By Meenakshi Dasnonprofit analytics consultant

…we must shift our outlook on collaborations to be inclusive, equitable, ethical, and respectful for both parties involved.

Geometry teaches a lesson — all squares are rectangles, but not all rectangles are squares. I recently realized this holds just as true for the collaborations of our industry. Human-centered, values-aligned partnerships may represent collaboration, but not every collaboration will be human-centered and values-aligned. 

Whether our collaborations take the form of corporate sponsorships, speaking engagements at annual events, or a vendor-partnership, we must shift our outlook on collaborations to be inclusive, equitable, ethical, and respectful for both parties involved.

In my role as a nonprofit analytics consultant, I consult, train, write, and speak on different data-related, data-centered projects, guided by the belief that each of us deserves a loving, curiosity-driven, well-represented relationship with data. I am a BIPOC woman, a first-generation immigrant to North America (from India). 

Through my perspective and because of my identities, hearing the phrases below motivates me to ask us to rethink our partnerships:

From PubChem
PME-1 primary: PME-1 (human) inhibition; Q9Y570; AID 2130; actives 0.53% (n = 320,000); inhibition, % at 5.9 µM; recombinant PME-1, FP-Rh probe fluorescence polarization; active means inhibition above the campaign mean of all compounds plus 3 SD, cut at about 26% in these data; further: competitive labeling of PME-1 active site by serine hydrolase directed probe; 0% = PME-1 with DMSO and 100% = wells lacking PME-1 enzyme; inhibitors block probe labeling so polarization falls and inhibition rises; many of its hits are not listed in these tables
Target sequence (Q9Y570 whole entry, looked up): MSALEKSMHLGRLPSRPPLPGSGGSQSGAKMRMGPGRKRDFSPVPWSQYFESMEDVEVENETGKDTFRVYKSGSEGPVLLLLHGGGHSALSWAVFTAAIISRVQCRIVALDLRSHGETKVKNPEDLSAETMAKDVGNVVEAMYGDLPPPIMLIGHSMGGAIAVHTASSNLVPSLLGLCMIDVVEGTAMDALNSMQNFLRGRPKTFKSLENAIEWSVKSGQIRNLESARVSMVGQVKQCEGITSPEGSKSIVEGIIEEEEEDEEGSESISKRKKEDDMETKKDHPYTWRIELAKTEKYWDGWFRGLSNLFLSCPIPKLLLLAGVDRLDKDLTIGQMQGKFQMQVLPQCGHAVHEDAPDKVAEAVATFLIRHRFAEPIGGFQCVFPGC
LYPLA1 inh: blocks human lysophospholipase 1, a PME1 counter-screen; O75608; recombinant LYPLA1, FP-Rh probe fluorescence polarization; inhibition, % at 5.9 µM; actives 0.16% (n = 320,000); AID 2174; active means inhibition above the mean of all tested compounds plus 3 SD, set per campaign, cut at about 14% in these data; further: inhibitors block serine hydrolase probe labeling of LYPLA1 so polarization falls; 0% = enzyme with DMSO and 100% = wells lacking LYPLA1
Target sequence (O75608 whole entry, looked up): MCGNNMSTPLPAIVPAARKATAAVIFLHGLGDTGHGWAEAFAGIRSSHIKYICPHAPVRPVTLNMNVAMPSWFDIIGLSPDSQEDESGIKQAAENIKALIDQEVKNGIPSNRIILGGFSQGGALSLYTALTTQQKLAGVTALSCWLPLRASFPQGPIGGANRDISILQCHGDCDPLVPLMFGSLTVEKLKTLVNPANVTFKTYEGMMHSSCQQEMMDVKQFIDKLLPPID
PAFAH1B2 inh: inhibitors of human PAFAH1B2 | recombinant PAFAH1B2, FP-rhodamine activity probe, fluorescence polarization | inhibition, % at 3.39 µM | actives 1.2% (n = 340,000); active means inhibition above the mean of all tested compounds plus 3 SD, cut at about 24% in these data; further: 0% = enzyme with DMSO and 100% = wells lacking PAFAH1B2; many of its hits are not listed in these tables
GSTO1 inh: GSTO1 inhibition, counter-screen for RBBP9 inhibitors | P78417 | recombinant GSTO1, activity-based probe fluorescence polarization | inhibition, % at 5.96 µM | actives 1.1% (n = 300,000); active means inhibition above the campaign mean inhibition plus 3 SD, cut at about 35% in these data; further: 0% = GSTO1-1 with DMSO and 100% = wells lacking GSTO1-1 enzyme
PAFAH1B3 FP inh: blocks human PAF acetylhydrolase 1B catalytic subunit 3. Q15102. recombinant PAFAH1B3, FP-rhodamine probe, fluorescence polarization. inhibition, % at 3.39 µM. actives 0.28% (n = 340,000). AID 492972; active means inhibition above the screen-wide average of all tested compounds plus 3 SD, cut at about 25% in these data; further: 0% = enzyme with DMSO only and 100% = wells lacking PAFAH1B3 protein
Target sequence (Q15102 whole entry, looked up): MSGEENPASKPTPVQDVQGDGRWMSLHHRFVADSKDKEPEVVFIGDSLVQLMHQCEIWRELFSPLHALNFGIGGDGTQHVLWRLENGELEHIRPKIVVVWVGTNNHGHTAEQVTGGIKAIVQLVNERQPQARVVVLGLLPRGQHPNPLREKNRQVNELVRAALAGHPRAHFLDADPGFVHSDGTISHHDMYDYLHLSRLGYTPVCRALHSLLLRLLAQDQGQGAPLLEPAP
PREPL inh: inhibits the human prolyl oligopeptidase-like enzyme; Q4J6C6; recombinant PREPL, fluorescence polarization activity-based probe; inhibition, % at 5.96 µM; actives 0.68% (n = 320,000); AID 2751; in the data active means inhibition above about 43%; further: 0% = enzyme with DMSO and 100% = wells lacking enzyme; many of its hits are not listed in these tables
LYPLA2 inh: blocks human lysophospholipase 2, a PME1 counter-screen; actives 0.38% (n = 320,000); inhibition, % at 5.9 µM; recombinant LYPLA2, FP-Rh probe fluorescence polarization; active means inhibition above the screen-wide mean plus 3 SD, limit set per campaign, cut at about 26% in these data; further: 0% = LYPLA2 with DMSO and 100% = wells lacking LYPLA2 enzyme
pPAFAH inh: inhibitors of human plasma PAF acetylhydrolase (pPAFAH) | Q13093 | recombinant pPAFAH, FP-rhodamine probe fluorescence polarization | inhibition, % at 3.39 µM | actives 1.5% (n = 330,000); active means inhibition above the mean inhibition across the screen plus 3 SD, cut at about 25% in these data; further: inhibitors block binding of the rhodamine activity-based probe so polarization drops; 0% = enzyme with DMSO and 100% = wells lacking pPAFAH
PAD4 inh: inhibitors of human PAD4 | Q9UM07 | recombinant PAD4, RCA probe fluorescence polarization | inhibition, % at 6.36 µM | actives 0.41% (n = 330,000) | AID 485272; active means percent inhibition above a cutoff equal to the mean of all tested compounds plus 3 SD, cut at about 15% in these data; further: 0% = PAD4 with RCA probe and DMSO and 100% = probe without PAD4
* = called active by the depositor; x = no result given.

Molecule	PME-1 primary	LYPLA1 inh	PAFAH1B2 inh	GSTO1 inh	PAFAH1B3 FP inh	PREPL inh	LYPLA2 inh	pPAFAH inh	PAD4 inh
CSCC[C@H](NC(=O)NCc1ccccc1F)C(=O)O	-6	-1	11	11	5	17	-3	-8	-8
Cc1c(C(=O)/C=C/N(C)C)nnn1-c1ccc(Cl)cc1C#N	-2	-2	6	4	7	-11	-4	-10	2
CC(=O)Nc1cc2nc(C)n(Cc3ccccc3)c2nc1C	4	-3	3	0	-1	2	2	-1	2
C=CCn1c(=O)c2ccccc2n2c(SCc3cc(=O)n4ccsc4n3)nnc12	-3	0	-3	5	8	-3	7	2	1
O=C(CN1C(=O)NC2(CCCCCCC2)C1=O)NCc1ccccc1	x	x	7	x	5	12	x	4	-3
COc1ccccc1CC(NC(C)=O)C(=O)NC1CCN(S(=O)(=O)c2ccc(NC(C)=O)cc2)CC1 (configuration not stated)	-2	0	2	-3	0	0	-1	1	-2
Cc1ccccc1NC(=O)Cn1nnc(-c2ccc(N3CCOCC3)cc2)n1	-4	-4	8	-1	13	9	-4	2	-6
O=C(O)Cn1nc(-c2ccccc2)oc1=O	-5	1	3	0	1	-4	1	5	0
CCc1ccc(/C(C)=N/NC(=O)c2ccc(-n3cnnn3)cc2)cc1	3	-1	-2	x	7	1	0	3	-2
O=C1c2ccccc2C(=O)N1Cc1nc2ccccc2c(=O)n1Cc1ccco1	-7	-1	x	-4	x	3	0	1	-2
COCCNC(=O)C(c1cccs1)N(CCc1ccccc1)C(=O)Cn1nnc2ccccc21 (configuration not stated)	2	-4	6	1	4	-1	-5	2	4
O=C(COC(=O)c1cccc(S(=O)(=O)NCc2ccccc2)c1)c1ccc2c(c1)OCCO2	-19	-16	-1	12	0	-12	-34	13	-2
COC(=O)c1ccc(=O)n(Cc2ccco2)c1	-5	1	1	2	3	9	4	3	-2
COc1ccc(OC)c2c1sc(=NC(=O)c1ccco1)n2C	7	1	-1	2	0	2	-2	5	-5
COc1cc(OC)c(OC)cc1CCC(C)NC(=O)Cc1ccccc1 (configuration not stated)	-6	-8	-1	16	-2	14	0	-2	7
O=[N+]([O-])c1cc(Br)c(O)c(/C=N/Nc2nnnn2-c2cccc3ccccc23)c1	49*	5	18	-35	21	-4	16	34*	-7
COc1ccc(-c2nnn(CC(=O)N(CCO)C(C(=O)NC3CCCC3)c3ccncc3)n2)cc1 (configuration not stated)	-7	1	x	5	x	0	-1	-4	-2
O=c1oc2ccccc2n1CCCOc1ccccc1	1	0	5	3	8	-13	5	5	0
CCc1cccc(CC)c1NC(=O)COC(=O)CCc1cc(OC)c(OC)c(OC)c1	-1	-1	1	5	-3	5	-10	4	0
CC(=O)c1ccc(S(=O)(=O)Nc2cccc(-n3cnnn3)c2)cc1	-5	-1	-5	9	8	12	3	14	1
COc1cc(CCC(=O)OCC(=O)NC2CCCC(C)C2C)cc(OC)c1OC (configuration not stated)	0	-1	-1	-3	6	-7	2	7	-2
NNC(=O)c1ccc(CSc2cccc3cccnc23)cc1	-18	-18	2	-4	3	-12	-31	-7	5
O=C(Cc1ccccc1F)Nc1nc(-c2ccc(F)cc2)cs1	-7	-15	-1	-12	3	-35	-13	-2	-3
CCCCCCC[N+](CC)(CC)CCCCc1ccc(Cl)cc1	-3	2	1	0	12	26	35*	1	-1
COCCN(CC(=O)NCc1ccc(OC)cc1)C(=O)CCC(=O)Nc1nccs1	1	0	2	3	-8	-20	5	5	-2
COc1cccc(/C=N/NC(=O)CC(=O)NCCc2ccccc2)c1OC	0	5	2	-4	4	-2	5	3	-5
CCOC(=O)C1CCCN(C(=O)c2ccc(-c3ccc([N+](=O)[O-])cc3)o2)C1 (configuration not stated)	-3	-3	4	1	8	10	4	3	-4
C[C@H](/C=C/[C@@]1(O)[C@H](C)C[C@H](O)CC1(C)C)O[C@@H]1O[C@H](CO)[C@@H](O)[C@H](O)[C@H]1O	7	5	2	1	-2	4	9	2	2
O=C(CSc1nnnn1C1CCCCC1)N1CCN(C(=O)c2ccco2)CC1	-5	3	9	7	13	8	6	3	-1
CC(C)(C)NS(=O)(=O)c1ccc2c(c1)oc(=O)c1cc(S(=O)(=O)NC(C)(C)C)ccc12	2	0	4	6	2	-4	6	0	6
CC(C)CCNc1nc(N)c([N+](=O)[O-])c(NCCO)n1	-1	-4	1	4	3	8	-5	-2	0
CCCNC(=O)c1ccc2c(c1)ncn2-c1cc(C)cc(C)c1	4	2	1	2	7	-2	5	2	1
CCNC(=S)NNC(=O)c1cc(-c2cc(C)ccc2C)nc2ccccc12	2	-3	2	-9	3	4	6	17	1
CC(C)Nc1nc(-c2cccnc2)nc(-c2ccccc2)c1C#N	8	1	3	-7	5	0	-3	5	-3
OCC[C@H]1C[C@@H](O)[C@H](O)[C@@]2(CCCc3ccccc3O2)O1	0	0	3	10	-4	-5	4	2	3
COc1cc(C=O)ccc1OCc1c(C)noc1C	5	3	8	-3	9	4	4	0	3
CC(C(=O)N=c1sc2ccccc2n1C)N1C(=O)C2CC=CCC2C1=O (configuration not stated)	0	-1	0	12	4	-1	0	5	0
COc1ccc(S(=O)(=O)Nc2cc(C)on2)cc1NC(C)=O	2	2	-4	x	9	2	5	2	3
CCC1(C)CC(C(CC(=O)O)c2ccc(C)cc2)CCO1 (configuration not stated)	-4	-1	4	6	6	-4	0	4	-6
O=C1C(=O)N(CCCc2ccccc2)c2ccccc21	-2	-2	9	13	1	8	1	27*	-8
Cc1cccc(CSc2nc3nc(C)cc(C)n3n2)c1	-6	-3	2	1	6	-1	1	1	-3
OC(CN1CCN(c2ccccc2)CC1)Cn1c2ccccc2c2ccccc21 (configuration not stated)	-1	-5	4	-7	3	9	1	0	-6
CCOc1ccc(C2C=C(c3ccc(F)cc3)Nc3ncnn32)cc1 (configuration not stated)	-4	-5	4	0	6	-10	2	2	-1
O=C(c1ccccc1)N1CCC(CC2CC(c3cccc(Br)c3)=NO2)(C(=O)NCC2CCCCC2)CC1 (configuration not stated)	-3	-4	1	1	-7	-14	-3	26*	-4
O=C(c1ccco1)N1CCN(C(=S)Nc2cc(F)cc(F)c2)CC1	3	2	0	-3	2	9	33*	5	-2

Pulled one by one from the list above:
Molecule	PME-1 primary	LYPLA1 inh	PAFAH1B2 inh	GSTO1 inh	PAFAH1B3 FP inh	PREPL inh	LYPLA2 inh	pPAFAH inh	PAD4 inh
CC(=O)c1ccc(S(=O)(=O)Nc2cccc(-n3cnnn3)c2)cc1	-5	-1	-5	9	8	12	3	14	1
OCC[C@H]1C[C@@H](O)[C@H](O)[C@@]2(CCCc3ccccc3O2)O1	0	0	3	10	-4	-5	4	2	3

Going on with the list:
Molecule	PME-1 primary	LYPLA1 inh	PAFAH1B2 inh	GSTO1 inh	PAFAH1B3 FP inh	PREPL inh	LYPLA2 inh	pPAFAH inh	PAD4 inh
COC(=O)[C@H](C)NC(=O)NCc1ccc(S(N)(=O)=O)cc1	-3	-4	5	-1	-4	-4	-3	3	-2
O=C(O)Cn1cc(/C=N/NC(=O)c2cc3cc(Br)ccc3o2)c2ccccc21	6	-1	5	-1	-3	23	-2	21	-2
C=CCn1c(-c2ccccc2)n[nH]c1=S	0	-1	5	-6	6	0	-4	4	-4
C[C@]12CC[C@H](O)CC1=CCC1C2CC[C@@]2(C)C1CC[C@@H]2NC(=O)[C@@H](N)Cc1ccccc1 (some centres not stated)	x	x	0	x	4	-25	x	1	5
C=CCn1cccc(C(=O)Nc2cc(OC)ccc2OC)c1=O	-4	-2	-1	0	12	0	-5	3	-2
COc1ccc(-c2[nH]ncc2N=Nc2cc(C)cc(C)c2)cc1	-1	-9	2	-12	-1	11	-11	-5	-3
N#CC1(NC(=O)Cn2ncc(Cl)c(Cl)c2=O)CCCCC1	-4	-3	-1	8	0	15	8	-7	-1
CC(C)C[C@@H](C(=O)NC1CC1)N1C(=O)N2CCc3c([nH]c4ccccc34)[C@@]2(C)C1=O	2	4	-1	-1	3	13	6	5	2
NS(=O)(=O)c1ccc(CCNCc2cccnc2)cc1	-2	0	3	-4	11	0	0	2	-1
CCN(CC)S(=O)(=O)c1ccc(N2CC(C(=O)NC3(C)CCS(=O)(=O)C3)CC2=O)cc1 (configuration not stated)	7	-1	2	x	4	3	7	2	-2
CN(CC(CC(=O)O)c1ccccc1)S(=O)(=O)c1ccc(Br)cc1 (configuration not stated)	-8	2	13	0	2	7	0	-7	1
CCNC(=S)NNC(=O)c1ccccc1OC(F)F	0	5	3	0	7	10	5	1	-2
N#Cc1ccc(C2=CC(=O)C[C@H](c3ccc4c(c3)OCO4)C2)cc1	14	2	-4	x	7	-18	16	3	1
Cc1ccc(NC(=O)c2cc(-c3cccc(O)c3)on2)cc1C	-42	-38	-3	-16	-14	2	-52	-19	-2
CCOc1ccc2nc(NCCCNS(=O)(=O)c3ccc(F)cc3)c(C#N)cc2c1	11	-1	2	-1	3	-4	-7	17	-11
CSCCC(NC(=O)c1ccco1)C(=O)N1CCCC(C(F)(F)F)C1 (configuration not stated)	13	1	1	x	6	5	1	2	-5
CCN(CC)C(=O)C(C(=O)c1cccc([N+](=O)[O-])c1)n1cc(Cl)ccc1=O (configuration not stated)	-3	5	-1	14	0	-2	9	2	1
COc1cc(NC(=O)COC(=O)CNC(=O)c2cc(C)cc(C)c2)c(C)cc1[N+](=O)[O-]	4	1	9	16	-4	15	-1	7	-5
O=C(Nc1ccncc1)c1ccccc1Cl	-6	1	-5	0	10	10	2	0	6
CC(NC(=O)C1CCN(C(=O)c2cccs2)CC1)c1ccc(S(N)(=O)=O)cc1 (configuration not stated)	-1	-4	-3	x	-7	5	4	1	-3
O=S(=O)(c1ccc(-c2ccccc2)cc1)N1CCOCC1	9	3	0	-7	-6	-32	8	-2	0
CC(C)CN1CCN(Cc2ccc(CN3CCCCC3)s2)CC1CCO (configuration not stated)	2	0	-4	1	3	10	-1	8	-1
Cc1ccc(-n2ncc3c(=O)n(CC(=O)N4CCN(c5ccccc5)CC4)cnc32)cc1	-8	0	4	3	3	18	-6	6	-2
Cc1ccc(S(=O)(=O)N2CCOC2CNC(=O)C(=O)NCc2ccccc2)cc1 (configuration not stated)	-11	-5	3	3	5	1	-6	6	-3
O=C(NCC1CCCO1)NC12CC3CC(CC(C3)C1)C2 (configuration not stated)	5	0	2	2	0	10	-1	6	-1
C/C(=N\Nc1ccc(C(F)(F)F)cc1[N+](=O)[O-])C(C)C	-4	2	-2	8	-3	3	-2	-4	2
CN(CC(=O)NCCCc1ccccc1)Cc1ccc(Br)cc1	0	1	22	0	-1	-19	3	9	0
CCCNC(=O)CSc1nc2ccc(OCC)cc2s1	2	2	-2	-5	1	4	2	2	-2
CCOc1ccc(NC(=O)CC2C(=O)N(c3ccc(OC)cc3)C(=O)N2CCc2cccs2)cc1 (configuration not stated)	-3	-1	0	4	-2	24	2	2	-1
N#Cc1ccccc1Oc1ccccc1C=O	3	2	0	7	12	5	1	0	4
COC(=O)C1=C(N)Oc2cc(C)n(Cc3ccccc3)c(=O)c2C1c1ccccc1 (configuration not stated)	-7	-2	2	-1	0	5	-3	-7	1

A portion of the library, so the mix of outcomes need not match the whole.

• “…reaching out because we want to diversify our speakers though we can’t offer any honorarium…”,
    • “…those benefits are only restricted to our platinum sponsor-partners to engage with our members. But we can give you a virtual session space to elevate your work…”,
    • “…we elevate your voice, so we expect…”,
    • “…our sponsors want to bring a few BIPOC candidates for [this work]. We thought of reaching out to you…”

The fundamental issue in collaborations led by such statements is those collaborations are not two-way. They are not based on why someone’s work or values alignment makes them a good potential for partnering. They also disregard someone’s work and potential by choosing language like “we elevate BIPOC people…”

So, how can collaborations (of all forms) in our nonprofit industry become an inclusive, equitable two-way street?